limbs, and breast.

When he was within about fifty feet of me he unclasped an enormous
metal armlet, and holding it toward me in the open palm of his hand,
addressed me in a clear, resonant voice, but in a language, it is
needless to say, I could not understand. He then stopped as though
waiting for my reply, pricking up his antennae-like ears and cocking
his strange-looking eyes still further toward me.

As the silence became painful I concluded to hazard a little
conversation on my own part, as I had guessed that he was making
overtures of peace. The throwing down of his weapons and the
withdrawing of his troop before his advance toward me would have
signified a peaceful mission anywhere on Earth, so why not, then, on

Placing my hand over my heart I bowed low to the Martian and explained
to him that while I did not understand his language, his actions spoke
for the peace and friendship that at the present moment were most dear
to my heart. Of course I might have been a babbling brook for all the
intelligence my speech carried to him, but he understood the action
with which I immediately followed my words.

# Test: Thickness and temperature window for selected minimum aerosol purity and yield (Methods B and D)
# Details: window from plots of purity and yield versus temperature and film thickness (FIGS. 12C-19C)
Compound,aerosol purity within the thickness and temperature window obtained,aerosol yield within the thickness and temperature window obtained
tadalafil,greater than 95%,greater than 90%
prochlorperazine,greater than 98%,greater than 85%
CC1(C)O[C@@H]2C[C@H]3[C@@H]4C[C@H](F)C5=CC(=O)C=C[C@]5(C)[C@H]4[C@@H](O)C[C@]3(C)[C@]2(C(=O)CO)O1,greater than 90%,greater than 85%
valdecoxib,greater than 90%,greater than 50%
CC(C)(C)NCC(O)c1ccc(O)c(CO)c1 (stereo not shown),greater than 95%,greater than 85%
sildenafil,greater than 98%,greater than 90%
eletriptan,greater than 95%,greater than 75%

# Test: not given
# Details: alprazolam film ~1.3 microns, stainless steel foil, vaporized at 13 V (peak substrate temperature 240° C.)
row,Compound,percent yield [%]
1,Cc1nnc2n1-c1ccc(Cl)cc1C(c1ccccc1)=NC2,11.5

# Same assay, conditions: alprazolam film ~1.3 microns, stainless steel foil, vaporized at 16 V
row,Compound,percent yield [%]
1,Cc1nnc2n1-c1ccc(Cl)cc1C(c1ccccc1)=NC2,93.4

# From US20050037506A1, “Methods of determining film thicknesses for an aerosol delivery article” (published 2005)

Stretching my hand toward him, I advanced and took the armlet from his
open palm, clasping it about my arm above the elbow; smiled at him and
stood waiting. His wide mouth spread into an answering smile, and
locking one of his intermediary arms in mine we turned and walked back
toward his mount. At the same time he motioned his followers to
advance. They started toward us on a wild run, but were checked by a
signal from him. Evidently he feared that were I to be really
frightened again I might jump entirely out of the landscape.

He exchanged a few words with his men, motioned to me that I would ride
behind one of them, and then mounted his own animal. The fellow
designated reached down two or three hands and lifted me up behind him
on the glossy back of his mount, where I hung on as best I could by the
belts and straps which held the Martian's weapons and ornaments.

The entire cavalcade then turned and galloped away toward the range of
hills in the distance.



We had gone perhaps ten miles when the ground began to rise very
rapidly. We were, as I was later to learn, nearing the edge of one of
Mars' long-dead seas, in the bottom of which my encounter with the
Martians had taken place.

In a short time we gained the foot of the mountains, and after
traversing a narrow gorge came to an open valley, at the far extremity
of which was a low table land upon which I beheld an enormous city.
Toward this we galloped, entering it by what appeared to be a ruined
roadway leading out from the city, but only to the edge of the table
land, where it ended abruptly in a flight of broad steps.